The choice of Halkidiki as an example actually undermines Klein’s construct, since the proposed mine has nothing directly to do with fossil fuels. It does, however, have everything to do with a global economy that runs on growth, corporate profit, and — as Greece knows only too well — debt. So it is with all the other examples in the film.

Klein’s narrative would have been derailed if she profiled the indigenous Zapotec communities of Oaxaca as a Blockadia example: They fit the bill in every respect other than the fact that it’s renewable energy corporations, not fossil fuel corporations, they are trying to block. Similarly, Klein’s argument would have suffered if she visited villagers in India who are threatened not by a coal-fired power plant, but by one of India’s regulation-free corporate enclaves known as “special economic zones”. These, too, have sparked protests and police violence against villagers: In Nandigram in West Bengal, 14 villagers were killed trying to keep their way of life from being eliminated, their lands turned into another outpost of an expanding global economy.[4]

And while the tar sands region is undeniably an ecological disaster, it bears many similarities to the huge toxic lake on what was once pastureland in Baotou, on the edge of China’s Gobi Desert. The area is the source of nearly two-thirds of the world’s rare earth metals – used in almost every high-tech gadget (as well as in the magnets needed for electric cars and industrial wind turbines). The mine tailings and effluent from the many factories processing these metals have created an environmental disaster of truly monumental proportions: The BBC describes it as “the worst place on earth”.[5] A significant shrinking of global consumer demand would help reduce Baotou’s toxic lake, but it’s hard to see how a shift to renewable energy would.

Too often, climate change has been used as a Trojan horse to enable corporate interests to despoil local environments or override the concerns of local communities. Klein acknowledges this in her book: By viewing climate change only on a global scale, she writes, we end up ignoring “people with attachments to particular pieces of land with very different ideas about what constitutes a ‘solution,’ This chronic forgetfulness is the thread that unites so many fateful policy errors of recent years… [including] when policymakers ram through industrial-scale wind farms and sprawling… solar arrays without local participation or consent.”[6] But this warning is conspicuously absent from the film.

Klein’s premise is that climate change is the one issue that can unite people globally for economic change, but there’s a more strategic way to look at it. What we face is not only a climate crisis but literally hundreds of potentially devastating crises: there’s the widening gap between rich and poor, islands of plastic in the oceans, depleted topsoil and groundwater, a rise in fundamentalism and terror, growing piles of toxic and nuclear waste, the gutting of local communities and economies, the erosion of democracy, the epidemic of depression, and many more. Few of these can be easily linked to climate change, but all of them can be traced back to the global economy.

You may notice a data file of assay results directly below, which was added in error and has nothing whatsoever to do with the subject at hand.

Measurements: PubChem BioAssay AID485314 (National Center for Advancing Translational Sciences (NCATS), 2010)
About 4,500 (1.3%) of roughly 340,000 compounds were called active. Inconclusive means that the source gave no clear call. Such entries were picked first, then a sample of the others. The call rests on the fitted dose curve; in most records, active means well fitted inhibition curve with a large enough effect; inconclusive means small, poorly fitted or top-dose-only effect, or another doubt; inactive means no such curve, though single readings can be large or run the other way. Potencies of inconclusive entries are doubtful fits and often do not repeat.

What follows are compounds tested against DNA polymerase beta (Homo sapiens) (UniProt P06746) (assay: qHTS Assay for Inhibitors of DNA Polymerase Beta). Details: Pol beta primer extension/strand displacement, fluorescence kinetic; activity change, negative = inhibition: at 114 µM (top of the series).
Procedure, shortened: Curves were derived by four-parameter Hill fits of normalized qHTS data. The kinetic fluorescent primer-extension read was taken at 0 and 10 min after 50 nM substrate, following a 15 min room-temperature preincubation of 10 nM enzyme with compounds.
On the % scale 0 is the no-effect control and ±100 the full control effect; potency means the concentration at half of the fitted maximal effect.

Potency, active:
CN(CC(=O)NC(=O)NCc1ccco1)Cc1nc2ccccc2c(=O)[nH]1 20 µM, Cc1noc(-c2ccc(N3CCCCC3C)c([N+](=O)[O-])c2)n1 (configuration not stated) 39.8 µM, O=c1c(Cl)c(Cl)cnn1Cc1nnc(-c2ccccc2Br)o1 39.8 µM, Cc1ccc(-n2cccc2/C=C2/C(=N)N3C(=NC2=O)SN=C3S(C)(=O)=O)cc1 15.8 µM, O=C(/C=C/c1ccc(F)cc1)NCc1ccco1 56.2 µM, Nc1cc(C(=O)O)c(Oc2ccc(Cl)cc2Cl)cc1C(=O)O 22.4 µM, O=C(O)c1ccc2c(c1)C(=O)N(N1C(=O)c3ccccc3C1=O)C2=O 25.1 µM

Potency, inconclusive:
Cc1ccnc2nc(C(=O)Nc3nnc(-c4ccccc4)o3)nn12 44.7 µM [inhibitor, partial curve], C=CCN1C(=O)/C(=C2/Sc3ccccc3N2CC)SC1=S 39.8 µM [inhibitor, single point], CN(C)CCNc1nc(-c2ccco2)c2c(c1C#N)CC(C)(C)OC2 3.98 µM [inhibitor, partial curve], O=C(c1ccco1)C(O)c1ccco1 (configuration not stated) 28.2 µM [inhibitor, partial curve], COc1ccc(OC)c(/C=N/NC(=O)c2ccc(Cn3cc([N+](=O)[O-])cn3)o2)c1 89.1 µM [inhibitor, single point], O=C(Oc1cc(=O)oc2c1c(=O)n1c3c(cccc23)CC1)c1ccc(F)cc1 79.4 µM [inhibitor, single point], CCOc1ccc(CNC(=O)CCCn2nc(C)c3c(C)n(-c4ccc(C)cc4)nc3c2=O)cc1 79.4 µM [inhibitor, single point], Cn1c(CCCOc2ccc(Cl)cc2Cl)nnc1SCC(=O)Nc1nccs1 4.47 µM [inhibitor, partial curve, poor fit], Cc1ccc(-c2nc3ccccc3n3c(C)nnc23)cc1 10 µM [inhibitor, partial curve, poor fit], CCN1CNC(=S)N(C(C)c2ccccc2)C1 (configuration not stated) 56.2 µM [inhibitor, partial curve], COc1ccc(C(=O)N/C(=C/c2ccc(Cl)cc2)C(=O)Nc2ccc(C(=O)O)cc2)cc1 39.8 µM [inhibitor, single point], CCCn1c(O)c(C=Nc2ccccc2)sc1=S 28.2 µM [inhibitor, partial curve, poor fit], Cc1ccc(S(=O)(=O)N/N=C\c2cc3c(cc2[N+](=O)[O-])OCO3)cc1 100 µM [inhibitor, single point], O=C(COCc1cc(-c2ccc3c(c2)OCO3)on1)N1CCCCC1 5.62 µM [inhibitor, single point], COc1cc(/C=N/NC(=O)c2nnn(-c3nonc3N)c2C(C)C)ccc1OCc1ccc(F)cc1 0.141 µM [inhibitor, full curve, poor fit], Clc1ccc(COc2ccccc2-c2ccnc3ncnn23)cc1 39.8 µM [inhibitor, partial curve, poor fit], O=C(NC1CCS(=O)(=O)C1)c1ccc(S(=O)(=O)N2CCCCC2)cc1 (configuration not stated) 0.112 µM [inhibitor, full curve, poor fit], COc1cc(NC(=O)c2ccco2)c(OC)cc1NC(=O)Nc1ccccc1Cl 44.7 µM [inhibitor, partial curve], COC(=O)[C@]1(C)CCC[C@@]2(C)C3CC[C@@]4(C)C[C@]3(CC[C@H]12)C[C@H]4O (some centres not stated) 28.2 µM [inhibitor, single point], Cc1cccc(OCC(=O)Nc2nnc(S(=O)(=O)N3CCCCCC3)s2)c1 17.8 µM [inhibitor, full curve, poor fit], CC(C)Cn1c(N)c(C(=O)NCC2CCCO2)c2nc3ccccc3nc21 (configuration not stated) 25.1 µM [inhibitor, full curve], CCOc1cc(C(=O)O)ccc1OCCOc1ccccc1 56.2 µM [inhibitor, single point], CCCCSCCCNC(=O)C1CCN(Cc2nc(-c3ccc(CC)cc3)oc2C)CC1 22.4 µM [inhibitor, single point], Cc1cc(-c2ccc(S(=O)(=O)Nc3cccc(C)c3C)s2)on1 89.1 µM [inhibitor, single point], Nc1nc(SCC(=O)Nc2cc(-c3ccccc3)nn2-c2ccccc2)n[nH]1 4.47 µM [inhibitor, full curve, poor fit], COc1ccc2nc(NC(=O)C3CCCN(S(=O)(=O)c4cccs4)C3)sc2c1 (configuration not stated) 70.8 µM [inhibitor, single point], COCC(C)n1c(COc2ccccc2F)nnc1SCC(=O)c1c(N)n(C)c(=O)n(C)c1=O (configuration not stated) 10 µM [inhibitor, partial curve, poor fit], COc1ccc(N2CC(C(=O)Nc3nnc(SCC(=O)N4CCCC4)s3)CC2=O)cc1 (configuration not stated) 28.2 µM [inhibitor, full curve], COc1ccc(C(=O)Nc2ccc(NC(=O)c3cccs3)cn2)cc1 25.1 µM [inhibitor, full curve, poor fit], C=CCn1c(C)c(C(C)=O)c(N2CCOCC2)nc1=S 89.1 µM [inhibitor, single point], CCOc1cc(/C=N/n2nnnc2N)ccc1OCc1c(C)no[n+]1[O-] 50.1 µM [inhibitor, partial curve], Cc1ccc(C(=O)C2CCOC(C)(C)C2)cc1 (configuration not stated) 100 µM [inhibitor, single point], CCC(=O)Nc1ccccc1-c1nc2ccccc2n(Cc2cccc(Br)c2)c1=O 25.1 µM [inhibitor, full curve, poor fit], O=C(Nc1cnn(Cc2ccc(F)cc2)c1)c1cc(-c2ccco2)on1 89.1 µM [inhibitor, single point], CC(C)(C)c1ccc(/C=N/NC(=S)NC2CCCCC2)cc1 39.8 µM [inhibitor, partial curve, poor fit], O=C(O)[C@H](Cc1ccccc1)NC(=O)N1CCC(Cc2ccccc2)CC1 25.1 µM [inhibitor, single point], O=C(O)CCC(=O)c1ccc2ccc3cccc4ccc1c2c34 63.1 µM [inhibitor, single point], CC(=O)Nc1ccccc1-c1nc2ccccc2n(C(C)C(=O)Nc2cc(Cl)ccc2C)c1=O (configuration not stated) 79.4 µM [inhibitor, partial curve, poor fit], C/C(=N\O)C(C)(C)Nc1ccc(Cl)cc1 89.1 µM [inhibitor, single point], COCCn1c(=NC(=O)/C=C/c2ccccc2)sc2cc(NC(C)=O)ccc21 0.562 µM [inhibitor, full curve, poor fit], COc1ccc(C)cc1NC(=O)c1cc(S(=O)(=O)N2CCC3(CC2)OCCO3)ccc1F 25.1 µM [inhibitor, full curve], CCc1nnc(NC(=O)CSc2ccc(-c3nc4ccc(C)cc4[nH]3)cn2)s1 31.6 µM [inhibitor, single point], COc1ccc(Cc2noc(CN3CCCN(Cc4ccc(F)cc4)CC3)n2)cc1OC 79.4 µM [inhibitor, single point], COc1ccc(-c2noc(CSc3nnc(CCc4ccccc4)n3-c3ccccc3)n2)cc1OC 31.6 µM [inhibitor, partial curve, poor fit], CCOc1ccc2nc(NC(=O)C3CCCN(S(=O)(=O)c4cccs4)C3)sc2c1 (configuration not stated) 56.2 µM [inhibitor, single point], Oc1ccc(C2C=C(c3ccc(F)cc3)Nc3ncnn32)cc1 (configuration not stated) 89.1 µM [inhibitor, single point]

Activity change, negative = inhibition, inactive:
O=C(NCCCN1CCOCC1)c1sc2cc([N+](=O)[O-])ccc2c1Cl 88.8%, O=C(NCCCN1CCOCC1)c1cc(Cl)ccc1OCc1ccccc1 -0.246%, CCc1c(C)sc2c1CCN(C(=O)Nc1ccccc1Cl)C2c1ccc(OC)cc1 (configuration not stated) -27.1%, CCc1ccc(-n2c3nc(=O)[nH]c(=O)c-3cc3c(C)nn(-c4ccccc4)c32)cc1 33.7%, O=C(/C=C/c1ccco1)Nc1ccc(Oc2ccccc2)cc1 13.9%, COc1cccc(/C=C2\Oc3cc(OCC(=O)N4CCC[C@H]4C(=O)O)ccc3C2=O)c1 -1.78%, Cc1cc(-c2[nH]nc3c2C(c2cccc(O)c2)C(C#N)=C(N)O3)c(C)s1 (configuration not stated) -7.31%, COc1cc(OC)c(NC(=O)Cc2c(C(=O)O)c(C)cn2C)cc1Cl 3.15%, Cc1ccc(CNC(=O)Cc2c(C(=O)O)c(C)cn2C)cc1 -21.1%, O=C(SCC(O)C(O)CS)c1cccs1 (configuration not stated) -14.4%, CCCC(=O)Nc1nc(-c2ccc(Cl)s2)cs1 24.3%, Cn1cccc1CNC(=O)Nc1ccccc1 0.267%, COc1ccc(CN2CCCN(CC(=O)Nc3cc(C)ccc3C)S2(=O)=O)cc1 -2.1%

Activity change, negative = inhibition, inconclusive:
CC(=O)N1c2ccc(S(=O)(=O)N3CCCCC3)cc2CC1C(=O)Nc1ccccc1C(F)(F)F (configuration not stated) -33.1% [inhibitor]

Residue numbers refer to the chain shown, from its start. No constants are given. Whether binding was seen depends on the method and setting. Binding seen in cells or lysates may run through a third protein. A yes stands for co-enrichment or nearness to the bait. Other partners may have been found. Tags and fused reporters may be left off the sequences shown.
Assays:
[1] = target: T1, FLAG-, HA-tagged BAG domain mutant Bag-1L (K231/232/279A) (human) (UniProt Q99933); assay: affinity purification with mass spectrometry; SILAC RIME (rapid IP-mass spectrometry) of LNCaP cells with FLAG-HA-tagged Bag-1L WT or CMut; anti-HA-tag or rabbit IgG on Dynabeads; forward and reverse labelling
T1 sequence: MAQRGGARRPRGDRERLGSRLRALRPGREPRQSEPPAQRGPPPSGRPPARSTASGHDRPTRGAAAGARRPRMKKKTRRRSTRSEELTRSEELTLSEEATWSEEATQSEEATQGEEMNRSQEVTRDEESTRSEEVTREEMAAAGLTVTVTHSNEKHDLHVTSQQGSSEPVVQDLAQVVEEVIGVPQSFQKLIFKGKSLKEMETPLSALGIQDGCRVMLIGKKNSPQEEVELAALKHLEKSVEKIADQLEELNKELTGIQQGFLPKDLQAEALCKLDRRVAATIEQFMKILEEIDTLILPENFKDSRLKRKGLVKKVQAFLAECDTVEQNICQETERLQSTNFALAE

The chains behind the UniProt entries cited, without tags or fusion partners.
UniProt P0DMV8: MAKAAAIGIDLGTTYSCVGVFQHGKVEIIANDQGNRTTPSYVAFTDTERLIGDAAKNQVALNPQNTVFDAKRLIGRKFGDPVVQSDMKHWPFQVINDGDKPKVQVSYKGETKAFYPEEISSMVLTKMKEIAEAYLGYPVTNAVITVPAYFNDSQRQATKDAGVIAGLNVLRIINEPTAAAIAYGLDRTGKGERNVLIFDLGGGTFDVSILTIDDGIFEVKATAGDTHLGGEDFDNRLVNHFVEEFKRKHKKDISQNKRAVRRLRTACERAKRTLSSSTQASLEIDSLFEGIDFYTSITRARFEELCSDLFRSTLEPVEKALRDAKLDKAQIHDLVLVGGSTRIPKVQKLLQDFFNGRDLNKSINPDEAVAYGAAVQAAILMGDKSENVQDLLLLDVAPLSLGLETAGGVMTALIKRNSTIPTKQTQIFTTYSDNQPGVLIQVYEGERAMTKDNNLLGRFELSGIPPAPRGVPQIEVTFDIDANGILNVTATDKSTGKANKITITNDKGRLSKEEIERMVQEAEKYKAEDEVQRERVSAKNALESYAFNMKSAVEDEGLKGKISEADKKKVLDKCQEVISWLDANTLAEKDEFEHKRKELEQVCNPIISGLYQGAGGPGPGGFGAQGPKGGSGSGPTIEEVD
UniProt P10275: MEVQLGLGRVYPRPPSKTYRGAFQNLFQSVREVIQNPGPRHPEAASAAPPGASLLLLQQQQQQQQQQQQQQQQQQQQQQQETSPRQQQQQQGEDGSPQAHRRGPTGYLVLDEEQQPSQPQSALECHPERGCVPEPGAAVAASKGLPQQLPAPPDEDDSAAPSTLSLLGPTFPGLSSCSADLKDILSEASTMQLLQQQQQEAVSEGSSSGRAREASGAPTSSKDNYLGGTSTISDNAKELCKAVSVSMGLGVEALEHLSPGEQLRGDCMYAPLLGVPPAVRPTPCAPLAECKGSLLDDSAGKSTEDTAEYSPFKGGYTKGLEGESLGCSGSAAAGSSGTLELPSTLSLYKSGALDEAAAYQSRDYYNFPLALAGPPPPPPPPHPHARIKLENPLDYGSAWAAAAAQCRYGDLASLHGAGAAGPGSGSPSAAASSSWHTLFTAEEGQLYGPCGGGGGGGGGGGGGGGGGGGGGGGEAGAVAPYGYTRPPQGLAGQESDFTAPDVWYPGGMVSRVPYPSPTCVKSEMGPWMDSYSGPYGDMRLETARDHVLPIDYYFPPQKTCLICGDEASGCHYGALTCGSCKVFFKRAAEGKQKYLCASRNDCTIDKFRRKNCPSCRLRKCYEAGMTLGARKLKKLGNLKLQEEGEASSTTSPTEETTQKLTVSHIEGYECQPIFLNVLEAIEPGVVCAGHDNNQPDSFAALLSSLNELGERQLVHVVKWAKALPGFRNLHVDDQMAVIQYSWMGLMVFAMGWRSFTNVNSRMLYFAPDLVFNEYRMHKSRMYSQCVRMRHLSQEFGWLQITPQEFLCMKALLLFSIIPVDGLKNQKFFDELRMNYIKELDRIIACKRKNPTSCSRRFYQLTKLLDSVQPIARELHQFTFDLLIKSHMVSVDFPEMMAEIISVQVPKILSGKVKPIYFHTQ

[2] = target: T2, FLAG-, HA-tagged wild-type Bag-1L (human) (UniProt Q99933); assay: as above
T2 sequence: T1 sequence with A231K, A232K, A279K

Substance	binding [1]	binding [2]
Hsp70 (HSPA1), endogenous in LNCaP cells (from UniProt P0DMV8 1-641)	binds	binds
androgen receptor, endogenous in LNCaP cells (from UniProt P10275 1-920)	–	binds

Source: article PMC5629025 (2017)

This point is made by Helena Norberg-Hodge, founder of Local Futures, who explains how a scaling down of the corporate-led global economy and a strengthening of diverse, localized economies would simultaneously address all of the most serious problems we face – including climate change.[7] For this reason, what Norberg-Hodge calls “big picture activism” has the potential to unite climate change activists, small farmers, peace advocates, environmentalists, social justice groups, labor unions, indigenous rights activists, main street business owners, and many more under a single banner. If all these groups connect the dots to see the corporate-led economy as a root cause of the problems they face, it could give rise to a global movement powerful enough to halt the corporate juggernaut.

And that really could change everything.

##

[1] Shaheen, Troy, “Climate change may have economic potential for Vermont” VTDigger.org, Feb. 20, 2015.

[2] “Defining and Addressing Community Opposition to Wind Development in Oaxaca” Equitable Origin, updated January 2106.

[3] Klein, Naomi, This Changes Everything: Capitalism vs. The Climate (Simon and Shuster, 2014), page 90.

[4] “Nandigram Violence a ‘State-Sponsored Massacre’” Countercurrents.org, August 9, 2007.

[5] Maughan, Tim, “The dystopian lake filled by the world’s tech lust” BBC Future, April 2, 2015.

[6] Klein, op. cit., page 287.

[7] Norberg-Hodge, Helena, Localisation: Essential Steps to an Economics of Happiness, Local Futures, 2015.